A (re)insurance company or captive can be formed in most U.S. States. As a domestic (re)insurer or captive, the company would be subject to premium tax and/or income tax in each state in which the company does business. If the company qualifies as an insurance company for tax purposes, it would file an annual federal income tax return as a US insurance company (Form 1120-L or Form 1120-PC).

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An NCFC reinsurance program is a non-controlled foreign corporation domiciled in an offshore country. Typically, these structures are reinsurance companies with multiple stock classes owned by many unrelated participating shareholders. In order to maintain its federal income tax classification as an NCFC, U.S. shareholders cannot own or control 25% of more of the voting rights of the company.


Since a US shareholder is defined as a shareholder that owns 10% or more of the voting rights OR the value of the entity, these structures have at least 11 unrelated U.S. shareholders with equal voting. NCFC structures are set up to allow shareholders to participate in the underwriting profit they produce, with some risk sharing between the parties.


The company is typically controlled by the administrator and/or insurance company whose products are reinsured into the NCFC. The participating shareholders do not individually direct the operations of the company or any of the investments. The entity is not subject to federal income taxes, but does pay a federal excise tax (typically 1% of net written premium).


No state income tax return is required. However, premium taxes are paid by the ceding insurer and reimbursed as part of the reinsurance arrangement. A properly structured NCFC program should be able to utilize the active insurance exception under the Passive Foreign Investment Company (“PFIC”) rules. This requires the foreign insurance company to qualify as an insurance company under the Internal Revenue Code and have applicable insurance liabilities (excluding unearned premium reserves) which are more than 25% of the total assets of the company.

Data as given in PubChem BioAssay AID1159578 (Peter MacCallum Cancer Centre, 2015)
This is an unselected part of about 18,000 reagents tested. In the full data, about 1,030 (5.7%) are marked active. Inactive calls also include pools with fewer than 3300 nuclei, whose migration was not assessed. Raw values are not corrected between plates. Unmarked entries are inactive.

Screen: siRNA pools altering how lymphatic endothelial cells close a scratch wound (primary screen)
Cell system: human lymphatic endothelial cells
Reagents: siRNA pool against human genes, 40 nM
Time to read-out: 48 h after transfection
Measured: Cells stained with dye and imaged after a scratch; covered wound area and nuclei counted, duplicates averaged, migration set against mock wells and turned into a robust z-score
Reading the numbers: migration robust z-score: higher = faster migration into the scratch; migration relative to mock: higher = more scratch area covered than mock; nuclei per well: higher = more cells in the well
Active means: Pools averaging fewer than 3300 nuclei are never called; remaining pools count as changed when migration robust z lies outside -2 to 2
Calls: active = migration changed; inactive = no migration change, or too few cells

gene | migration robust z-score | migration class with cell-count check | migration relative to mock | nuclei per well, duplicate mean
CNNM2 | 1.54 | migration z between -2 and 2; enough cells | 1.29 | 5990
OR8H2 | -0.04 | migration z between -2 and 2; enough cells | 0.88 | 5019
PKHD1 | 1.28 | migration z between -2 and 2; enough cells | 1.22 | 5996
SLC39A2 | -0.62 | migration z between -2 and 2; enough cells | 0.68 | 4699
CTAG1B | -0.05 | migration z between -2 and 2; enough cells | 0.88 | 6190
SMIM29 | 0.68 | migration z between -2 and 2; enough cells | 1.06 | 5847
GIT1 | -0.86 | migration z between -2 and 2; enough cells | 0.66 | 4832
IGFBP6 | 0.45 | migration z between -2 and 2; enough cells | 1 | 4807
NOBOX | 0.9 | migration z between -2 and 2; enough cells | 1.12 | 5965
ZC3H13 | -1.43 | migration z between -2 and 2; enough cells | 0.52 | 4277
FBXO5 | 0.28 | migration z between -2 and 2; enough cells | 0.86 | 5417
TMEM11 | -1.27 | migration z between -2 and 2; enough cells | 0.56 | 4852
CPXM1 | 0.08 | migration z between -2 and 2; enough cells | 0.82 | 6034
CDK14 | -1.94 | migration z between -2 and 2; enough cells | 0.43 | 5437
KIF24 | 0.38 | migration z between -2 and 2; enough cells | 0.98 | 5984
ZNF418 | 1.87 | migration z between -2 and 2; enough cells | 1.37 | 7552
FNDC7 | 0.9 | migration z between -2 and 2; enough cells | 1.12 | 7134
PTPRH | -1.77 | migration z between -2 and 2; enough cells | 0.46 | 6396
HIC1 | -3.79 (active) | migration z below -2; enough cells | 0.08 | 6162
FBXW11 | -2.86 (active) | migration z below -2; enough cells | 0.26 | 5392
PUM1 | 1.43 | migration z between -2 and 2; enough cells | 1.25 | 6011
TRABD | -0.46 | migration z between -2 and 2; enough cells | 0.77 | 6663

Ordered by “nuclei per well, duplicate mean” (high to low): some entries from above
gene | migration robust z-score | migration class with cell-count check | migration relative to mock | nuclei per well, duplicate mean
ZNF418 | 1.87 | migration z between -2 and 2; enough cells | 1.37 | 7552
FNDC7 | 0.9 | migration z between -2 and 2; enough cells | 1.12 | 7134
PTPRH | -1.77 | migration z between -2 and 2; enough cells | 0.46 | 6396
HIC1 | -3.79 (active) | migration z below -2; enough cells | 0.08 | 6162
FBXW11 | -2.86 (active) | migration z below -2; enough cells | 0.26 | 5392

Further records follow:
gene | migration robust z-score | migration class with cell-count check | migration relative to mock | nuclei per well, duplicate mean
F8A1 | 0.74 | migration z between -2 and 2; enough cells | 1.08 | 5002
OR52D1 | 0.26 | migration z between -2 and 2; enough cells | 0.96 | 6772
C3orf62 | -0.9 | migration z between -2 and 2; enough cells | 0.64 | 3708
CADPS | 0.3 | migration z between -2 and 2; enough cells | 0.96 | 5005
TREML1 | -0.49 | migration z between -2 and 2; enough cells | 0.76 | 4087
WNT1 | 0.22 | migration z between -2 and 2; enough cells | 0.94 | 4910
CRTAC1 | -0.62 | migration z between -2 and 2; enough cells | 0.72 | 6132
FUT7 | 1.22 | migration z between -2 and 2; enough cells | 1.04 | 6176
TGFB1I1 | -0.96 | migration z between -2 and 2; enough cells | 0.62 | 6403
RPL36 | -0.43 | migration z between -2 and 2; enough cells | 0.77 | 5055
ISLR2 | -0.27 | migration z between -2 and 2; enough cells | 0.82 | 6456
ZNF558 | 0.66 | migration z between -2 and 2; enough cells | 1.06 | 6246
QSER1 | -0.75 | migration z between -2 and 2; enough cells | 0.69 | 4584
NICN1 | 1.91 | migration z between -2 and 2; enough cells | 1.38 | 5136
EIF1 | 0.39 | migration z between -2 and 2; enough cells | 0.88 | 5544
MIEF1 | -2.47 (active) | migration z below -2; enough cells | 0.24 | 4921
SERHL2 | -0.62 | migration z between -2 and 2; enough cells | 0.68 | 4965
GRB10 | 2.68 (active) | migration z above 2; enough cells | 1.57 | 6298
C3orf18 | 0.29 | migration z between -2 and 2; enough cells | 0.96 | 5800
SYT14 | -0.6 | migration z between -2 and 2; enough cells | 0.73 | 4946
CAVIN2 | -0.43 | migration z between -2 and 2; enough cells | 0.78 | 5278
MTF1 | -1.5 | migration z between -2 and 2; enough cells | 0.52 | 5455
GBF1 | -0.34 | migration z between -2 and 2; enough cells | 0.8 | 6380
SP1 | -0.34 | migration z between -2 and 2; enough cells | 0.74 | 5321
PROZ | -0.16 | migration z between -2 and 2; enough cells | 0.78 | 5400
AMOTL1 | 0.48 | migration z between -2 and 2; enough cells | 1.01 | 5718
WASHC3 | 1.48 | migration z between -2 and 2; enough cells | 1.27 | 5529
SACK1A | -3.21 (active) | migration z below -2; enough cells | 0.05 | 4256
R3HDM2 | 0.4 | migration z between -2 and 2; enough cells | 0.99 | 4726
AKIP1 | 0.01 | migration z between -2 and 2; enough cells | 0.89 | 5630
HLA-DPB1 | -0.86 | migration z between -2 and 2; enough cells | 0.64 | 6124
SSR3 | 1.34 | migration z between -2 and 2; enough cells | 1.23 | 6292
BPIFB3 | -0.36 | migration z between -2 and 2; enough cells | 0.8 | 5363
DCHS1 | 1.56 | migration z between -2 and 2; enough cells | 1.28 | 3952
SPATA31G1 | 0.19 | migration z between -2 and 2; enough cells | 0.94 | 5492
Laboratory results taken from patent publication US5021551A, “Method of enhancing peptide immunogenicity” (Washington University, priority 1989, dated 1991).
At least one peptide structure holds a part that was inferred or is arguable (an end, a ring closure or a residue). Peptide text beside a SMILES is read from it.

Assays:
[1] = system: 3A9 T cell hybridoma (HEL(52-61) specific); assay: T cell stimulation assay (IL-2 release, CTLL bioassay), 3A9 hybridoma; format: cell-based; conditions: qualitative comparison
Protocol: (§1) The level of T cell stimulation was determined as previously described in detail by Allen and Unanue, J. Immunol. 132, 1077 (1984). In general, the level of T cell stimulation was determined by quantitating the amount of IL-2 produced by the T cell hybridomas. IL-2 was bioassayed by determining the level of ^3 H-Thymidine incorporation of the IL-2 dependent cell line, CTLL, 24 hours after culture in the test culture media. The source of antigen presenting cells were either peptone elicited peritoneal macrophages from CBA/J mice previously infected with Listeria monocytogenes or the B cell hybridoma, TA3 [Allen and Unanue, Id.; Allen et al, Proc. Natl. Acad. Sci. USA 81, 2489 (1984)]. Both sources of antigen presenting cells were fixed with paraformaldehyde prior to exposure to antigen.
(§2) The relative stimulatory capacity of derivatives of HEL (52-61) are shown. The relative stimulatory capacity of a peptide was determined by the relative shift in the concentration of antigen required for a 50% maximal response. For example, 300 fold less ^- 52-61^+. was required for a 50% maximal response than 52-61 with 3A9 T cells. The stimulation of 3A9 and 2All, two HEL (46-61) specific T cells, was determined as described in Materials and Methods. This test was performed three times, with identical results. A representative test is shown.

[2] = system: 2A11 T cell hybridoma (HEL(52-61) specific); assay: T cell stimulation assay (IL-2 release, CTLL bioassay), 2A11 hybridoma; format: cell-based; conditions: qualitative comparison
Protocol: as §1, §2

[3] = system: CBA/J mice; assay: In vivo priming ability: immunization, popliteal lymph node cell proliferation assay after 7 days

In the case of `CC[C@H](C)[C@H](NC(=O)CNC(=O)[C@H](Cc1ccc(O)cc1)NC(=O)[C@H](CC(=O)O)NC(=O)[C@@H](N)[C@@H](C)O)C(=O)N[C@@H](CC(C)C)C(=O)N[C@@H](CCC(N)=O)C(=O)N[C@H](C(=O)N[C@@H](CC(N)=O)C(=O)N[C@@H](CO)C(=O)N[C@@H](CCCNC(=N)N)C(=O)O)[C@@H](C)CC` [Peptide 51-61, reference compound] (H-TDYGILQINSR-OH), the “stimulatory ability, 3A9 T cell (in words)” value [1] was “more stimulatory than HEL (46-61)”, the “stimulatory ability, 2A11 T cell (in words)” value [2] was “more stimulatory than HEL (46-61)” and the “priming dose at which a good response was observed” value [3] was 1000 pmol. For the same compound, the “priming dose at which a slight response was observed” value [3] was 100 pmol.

A CFC reinsurance program is a controlled foreign corporation domiciled in an offshore country that is 25% or more owned by U.S. shareholders. A U.S. shareholder is defined as a U.S. shareholder who controls 10% or more of the voting rights OR the value of the CFC. CFCs typically make an election under Internal Revenue Code Section 953(d) to be taxed as a U.S. insurance company. The entity files an annual federal income tax return as a U.S. insurance company (Form 1120-L or Form 1120-PC). No state income tax return is typically required.

IRC Section 953(d) Election

Internal Revenue Code Section 953(d) allows a CFC that would otherwise qualify for insurance tax treatment under the Internal Revenue Code if it were a domestic corporation to elect to be treated as a domestic insurance company for all purposes of the Internal Revenue Code. This allows an offshore reinsurer to receive all the benefits of a domestic insurer (i.e. insurance company accounting and special federal income tax elections and provisions) while still having the operational and regulatory benefits of their offshore domicile.